Money Laundering, Terrorism and Financial Institutions - USA Patriot Act Monitor

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7/29/2008 Use of Internet Payment Systems by Launderers Is Focus of FATF, DOJ Reports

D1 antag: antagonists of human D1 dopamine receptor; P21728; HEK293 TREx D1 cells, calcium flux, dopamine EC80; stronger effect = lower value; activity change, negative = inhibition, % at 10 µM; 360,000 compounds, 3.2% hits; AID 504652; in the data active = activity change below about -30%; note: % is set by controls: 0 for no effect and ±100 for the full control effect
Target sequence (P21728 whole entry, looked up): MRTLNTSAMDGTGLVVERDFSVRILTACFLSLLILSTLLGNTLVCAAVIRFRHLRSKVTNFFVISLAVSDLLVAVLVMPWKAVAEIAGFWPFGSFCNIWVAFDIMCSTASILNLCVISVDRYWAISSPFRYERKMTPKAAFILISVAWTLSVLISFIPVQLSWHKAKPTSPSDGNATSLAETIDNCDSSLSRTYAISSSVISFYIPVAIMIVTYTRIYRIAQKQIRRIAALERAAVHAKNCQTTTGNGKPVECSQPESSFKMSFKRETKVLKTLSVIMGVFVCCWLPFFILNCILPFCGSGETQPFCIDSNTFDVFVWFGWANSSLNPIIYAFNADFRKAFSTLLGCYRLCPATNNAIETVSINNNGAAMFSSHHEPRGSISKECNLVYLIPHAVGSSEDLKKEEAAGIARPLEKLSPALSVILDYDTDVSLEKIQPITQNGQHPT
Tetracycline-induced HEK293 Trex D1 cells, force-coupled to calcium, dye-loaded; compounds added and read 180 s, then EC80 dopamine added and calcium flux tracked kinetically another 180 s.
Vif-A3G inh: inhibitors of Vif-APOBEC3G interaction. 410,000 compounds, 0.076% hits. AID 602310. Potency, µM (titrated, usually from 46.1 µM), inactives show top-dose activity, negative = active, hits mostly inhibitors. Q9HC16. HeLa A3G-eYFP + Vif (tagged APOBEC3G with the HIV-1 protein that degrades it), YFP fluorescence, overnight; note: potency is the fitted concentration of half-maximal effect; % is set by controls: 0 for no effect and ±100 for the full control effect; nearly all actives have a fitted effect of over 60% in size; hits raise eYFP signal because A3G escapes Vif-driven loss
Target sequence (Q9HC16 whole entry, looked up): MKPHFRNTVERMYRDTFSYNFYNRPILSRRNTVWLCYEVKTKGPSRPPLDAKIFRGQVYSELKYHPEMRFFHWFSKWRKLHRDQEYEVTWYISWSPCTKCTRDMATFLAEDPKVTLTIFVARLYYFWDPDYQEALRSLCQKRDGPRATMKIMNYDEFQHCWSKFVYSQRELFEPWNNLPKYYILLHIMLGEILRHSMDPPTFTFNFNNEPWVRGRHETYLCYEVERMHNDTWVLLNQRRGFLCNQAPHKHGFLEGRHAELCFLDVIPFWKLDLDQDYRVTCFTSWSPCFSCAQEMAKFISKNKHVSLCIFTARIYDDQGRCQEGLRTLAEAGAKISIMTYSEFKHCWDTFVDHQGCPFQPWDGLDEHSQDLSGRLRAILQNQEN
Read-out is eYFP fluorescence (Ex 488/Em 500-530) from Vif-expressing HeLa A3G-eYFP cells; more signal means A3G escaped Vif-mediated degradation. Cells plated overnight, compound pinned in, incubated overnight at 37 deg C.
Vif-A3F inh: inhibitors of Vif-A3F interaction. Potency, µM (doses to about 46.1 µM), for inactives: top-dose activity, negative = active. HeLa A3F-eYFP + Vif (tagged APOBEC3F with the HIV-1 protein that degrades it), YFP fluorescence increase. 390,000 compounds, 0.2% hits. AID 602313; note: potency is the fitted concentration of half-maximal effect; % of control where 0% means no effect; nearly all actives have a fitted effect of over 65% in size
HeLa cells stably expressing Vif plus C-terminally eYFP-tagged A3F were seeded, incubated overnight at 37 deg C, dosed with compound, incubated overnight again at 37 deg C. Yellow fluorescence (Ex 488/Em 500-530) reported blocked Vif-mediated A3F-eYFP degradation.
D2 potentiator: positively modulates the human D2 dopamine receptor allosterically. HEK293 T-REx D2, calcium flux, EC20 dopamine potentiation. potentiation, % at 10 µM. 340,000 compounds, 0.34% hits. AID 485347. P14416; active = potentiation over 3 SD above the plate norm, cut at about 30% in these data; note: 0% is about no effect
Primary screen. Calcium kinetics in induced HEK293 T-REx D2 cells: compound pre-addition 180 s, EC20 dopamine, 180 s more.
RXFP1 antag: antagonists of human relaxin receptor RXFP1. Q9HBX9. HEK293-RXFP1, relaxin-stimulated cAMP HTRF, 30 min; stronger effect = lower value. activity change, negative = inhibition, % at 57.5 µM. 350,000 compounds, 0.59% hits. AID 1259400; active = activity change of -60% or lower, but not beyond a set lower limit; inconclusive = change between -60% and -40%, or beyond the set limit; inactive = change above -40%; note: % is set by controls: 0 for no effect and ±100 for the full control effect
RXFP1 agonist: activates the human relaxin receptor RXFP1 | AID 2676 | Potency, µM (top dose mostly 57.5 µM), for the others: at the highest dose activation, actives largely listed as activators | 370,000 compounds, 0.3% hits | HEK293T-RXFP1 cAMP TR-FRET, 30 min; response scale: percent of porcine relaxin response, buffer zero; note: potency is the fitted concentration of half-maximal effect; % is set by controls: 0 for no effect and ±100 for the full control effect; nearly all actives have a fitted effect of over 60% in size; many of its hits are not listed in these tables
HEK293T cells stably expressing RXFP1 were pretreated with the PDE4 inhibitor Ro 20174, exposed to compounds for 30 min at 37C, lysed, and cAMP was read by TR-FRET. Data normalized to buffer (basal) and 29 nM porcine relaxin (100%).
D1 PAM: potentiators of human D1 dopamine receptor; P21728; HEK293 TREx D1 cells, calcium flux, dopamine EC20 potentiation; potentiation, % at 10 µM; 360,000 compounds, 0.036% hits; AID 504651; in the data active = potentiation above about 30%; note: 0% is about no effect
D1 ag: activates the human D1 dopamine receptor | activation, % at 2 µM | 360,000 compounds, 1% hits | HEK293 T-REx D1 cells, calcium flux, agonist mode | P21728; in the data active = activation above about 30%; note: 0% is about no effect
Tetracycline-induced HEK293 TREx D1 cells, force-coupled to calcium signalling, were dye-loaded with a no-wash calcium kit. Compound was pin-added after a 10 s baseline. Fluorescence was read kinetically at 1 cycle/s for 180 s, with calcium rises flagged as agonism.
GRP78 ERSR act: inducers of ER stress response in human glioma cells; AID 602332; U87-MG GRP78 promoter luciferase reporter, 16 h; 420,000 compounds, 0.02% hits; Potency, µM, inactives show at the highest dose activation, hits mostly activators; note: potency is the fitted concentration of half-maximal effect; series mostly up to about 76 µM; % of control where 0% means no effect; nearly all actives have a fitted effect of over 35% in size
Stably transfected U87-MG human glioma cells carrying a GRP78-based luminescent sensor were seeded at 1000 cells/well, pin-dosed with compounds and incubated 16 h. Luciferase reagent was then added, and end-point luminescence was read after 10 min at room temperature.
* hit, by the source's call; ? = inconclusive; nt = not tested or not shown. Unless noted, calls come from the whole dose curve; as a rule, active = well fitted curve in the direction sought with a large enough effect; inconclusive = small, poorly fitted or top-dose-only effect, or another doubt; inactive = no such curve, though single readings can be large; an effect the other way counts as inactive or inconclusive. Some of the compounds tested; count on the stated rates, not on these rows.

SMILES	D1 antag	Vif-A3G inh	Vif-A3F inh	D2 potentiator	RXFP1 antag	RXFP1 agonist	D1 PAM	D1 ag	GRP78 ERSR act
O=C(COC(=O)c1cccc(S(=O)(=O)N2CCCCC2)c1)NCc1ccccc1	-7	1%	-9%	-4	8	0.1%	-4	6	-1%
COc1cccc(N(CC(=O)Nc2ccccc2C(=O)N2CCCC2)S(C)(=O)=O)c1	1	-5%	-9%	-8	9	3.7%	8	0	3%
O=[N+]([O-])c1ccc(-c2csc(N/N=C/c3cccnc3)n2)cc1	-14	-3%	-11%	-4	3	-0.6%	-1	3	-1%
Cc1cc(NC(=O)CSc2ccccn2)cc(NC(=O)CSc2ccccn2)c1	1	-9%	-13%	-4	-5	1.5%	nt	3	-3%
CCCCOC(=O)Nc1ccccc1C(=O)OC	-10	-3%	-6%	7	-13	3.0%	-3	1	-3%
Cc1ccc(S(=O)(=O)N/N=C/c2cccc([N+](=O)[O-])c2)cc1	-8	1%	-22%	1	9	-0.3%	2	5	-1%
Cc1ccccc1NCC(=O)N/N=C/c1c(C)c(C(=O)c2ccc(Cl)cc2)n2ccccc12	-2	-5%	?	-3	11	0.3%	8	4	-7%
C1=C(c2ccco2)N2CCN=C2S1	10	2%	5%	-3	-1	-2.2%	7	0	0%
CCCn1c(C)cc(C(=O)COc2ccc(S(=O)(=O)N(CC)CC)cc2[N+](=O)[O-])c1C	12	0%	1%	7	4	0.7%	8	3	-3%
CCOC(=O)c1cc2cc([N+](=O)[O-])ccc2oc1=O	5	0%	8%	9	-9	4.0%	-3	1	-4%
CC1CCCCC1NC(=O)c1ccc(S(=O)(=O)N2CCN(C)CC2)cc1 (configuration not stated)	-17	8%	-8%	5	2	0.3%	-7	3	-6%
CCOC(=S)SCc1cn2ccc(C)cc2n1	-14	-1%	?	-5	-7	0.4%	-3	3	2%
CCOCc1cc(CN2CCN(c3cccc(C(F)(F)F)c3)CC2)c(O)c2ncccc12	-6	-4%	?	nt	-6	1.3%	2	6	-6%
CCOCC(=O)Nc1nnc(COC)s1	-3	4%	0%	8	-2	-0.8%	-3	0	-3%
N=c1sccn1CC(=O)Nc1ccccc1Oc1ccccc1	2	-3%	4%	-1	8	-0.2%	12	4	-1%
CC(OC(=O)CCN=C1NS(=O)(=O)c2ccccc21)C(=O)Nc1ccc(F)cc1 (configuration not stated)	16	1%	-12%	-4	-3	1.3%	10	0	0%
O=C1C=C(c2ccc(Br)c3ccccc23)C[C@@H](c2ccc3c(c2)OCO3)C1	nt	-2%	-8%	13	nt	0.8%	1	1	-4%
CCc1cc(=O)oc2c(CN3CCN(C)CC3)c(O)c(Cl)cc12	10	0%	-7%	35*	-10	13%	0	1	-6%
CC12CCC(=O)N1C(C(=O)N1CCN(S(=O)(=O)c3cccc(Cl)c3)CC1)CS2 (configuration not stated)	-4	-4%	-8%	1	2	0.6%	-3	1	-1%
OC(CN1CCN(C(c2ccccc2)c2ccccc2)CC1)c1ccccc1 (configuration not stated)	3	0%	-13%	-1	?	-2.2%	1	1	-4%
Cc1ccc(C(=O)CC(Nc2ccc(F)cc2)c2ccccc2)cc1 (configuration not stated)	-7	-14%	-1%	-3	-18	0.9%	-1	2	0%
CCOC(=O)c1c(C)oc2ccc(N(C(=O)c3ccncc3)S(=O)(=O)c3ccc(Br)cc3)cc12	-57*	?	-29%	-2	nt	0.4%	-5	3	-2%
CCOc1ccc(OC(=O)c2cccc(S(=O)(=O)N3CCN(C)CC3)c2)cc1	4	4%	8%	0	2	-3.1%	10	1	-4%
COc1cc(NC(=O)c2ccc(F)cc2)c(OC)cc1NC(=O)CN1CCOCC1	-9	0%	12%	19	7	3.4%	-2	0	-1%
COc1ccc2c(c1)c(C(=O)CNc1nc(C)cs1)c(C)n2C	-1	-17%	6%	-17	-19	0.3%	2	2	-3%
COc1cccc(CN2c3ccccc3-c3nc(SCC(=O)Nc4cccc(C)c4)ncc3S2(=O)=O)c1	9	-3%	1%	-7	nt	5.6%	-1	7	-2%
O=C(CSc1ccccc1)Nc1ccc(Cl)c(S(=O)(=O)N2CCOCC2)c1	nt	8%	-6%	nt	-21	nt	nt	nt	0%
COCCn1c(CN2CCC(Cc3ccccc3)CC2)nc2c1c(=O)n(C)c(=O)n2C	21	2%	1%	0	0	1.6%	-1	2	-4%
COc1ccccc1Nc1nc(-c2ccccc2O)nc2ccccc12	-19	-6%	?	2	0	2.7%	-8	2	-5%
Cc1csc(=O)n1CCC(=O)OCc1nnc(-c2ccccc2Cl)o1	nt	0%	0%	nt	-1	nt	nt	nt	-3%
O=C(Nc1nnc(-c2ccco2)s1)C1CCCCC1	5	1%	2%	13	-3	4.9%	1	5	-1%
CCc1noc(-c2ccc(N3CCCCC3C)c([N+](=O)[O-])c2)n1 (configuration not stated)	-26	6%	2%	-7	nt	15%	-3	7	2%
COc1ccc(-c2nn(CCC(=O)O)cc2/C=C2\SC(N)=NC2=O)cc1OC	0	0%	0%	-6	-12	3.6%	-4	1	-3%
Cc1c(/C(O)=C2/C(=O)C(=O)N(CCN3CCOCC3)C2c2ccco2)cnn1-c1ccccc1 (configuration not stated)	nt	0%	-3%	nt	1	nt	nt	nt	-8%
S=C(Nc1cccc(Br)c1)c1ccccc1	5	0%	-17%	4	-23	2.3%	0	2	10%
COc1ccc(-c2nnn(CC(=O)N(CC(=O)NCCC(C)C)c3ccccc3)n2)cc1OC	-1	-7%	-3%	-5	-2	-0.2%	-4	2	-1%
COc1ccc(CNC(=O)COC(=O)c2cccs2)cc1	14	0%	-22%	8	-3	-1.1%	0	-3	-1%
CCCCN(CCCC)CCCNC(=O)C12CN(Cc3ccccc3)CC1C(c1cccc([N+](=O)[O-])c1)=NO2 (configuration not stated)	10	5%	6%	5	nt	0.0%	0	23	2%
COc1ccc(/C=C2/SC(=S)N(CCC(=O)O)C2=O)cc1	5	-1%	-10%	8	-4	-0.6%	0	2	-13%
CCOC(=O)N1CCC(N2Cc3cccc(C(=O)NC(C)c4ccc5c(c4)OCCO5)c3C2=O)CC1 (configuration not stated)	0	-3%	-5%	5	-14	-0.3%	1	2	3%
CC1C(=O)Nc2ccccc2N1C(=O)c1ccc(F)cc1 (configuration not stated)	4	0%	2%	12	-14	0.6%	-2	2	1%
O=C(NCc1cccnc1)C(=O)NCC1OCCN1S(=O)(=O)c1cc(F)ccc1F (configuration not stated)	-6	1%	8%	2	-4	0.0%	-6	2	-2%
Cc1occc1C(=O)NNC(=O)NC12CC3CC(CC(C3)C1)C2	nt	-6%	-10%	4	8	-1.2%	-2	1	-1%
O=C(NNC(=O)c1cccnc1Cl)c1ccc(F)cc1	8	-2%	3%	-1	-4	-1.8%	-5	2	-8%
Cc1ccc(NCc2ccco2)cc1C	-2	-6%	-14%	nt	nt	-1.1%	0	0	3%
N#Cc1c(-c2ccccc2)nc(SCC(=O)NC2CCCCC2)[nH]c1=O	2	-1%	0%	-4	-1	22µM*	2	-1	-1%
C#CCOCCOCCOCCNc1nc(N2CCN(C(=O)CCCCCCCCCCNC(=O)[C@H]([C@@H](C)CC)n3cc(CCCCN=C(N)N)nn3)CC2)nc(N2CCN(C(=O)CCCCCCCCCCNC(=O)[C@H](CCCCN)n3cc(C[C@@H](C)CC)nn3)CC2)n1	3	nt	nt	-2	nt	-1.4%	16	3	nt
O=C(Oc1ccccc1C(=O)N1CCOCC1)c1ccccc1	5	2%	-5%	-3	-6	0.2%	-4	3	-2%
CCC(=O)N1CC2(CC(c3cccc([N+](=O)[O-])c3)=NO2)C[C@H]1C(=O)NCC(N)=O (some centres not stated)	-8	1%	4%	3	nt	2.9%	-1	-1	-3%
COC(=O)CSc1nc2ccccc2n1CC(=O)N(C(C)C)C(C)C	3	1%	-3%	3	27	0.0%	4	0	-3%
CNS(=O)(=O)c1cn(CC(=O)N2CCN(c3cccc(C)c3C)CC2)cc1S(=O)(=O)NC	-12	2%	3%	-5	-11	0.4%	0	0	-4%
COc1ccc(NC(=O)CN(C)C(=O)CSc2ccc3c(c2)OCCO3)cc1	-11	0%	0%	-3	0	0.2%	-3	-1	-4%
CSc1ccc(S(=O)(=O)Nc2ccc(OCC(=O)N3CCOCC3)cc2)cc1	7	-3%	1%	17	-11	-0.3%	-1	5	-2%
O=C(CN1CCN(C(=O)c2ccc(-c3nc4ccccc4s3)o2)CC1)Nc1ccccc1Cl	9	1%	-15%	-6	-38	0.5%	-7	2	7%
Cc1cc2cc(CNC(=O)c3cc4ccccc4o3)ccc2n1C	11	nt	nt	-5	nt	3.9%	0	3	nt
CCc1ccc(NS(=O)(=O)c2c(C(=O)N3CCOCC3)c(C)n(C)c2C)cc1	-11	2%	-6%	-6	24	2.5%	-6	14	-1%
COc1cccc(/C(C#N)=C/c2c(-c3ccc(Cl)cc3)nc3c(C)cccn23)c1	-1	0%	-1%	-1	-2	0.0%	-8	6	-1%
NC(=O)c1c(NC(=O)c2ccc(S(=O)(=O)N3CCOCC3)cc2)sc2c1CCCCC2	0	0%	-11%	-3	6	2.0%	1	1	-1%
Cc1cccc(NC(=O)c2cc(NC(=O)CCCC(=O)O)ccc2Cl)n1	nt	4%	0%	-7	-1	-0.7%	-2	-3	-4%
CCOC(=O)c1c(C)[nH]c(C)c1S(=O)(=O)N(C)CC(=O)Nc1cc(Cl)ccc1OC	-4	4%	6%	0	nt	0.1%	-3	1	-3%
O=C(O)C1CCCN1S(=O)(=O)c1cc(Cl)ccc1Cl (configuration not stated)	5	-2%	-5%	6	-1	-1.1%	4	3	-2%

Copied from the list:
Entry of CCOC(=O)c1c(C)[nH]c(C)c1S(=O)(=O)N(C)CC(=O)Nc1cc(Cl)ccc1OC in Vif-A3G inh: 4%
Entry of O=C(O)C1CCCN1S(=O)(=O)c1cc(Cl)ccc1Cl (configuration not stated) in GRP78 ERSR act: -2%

FinCEN, the Department of Justice, and the Financial Action Task Force have all expressed concern with the ways that the internet can be used by money launderers and terrorist financiers. In a study of internet payment systems released at its summer meeting, the FATF discussed the features of the internet that make it increasingly vulnerable to criminal activities. These include anonymity, the speed and volume of transactions, limited human intervention, and international availability, sometimes without clear situs in any jurisdiction. One scheme growing in popularity involves a false sale of goods, A “buyer” wishes to transfer funds to a “seller.” The two are in league and neither expects to buy or sell anything. The seller posts goods for sale on a website. The buyer orders the goods. The website does not arrange or monitor shipment, leaving this to the seller but is an intermediary for the funds transfer. The buyer pays for the goods, which are never sent or received, but the seller and buyer both have a record of the funds transfer and a plausible reason for it. If the process is repeated, the buyer may change his name and address. The website, though not involved in the mailing of the goods, allows buyers to rate sellers on a star system. The criminal buyers all give the criminal seller a good rating, increasing the appearance of legitimacy. Another variation of this is to inflate the price of goods sold over the internet, combining use of the internet with a trade-based scheme. Internet payment systems using digital currency have caused considerable alarm, both domestically and internationally, and in June the Department of Justice issued a report about money laundering with digital currencies. Among developments discussed in the DOJ report is the indictment of e-gold, Ltd. for, among other counts, operating an unlicensed money transmitting business. These developments will be discussed in forthcoming issues of the Monitor.

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